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Post Re: January 11, 2012: "When a Monster Makes Art"
Good Reelthoughts entry. I've been thinking about this myself lately.

It's sometimes repulsive to think about, but in a word, "No". I wouldn't boycott someone's films(or what have you) if they turned out to have done something heinous. Like what James said, I wouldn't want to have dinner with Roman Polanski, and I can't forgive him or anyone who's committed a similar crime until they've paid a proper debt to their victims. But the works that they create can stand on their own. They may come from a warped mind, but to say that their works should be censored implies that they are dangerous to society somehow, which blatantly isn't true. Somebody watching "Rosemary's Baby" isn't suddenly going to become a child rapist, a person seeing "Mad Max" for the first time isn't going to turn into a wife beater, and even someone viewing "The Triumph Of The Will" isn't suddenly going to embrace Nazi ideology.

On another note, I'm not familiar with the baseball writer that James was talking about, but whether he's innocent or not, his life is pretty much screwed. The attitude against child abusers today is a modern day witch hunt(whether or not it's completely justified is a different story), and has resulted in a lot of innocent interactions between adults and children(for instance, a grandfather walking down the street with their grandchild) being seen in a sinister light. This doesn't excuse the crimes leveled against this guy, but people are just going to assume that he did something whether he did or not.


Thu Jan 12, 2012 1:12 pm
Post Re: January 11, 2012: "When a Monster Makes Art"
I don't usually watch Polanski or Allen's films, but not because of any moral objections, simply because i'm not really into they're films.


Thu Jan 12, 2012 2:40 pm
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Post Re: January 11, 2012: "When a Monster Makes Art"
Like many others here, I think the output of the work should stand on its own merits, independent of any biases associated with its creator. Accepting the work is not the same as condoning the behaviour of its creator. I take this stand while acknowledging that the behaviour of the creator may or may not have any input into the work itself; i.e. some artists use drugs (i.e. LSD) which gets them into their creative state. I think this applies to all types of work, whether it be directors, artists, writers, actors / actresses, and even scientists.

Suppose that we discover tomorrow that someone like Leonardo da Vinci did terrible things in the past - does that diminish the important of his work or contributions? I do not believe so. Our opinion of him might change, but our opinion of the work should not.


Thu Jan 12, 2012 6:50 pm
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Post Re: January 11, 2012: "When a Monster Makes Art"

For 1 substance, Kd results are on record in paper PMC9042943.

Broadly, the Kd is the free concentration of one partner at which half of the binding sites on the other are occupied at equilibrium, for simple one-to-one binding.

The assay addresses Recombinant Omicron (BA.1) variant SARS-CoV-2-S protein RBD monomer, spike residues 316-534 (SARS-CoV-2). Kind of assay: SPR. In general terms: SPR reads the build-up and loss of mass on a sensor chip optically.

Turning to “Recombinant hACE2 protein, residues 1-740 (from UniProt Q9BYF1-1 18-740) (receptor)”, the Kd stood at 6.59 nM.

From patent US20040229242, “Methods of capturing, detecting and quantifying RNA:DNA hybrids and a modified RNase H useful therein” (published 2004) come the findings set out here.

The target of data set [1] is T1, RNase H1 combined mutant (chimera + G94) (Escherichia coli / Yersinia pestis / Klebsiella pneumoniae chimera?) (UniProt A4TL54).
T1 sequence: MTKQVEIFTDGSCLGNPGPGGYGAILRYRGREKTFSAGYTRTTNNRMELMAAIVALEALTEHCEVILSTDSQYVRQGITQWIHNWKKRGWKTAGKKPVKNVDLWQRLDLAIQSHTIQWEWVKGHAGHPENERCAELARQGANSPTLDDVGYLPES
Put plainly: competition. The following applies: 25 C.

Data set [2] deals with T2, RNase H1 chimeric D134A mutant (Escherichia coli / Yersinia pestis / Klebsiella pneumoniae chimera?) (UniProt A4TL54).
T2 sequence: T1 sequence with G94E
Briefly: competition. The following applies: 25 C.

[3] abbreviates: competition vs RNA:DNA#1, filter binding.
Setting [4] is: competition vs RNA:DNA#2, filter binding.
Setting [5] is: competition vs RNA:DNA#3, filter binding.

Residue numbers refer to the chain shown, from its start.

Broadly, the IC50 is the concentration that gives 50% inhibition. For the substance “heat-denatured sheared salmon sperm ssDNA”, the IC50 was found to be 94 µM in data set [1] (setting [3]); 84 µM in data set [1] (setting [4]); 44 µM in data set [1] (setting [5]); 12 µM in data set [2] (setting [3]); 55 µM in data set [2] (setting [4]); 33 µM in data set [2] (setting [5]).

James,

Being from Pennsylvania, I thought that you might have commented on Sandusky situation and what it has done to the legend that was Joe Paterno. I know you went to Penn, but did you ever follow Penn State football? If so, in what light do you now see Joe Pa?

I know this has nothing to do with movies, but it fits in this conversation being that a legendary coach, whom many regarded as one of the best of all time (I did, as I follow college football religiously), will forever have this looming over his head.


Thu Jan 12, 2012 6:56 pm
Post Re: January 11, 2012: "When a Monster Makes Art"
Vexer wrote:
Perhaps the most prominent example of this is the Rap/Hip-Hop industry, you'd be hard pressed to find a rapper who HASN'T been to jail or at least gotten in trouble with the law, but unlike other celebrities, they wear it like a badge of honor-everytime a rapper gets in trouble, they end selling twice as many CDs, which is really messed up when you think about it.

I remember in your review for Georgia Rule, you mentioned not being able to seperate Lohna's character from her real life personality(which I think the media greatly exaggerates) I personally didn't have that problem with her, and I didn't have it with Gibson either, the difference is i'd love to meet Lohan in real life, but i'd avoid Gibson like the plague.

Also, people should seriously stop trying hold up celebrities as role models, it's not a celebrity's job to be a "role model" for anyone, i'm not saying they should be given free reign to behave badly, but they're every action shouldn't be scrutinized either, any parent that thinks celebs should be role models for they're own kids needs to have thier head-examined.


More or less totally agreed. It's not that you'd be hard pressed to find said rappers, they just don't get the exposure. De La Soul anyone? :)

I've been called many things for my dislike of certain types of music, in this case the word 'racist' is carelessly thrown about. Is it at all surprising that the styles of music I like the least all happen to be deeply ingrained into issues of race? I don't see this as a bad thing to be honest... but there we are. Combine this inherent need to outcast certain people with the glorification of what is essentially bullying and petty crime and I don't really feel at all bad for denouncing such things (not as a whole, just in most cases). Compare such 'scenes' to that of rock and heavy metal and I think it's pretty safe to see which is the most tolerant and open minded!

More on topic, what exactly is Gibson meant to have said? Was he putting down the Israeli peoples or making remarks about Judaism as a religion? Because the latter happens all the time, coming from and aimed at virtually all forms of religious dogma. Is it right to claim that some are more relevant and acceptable than others?


Thu Jan 12, 2012 7:11 pm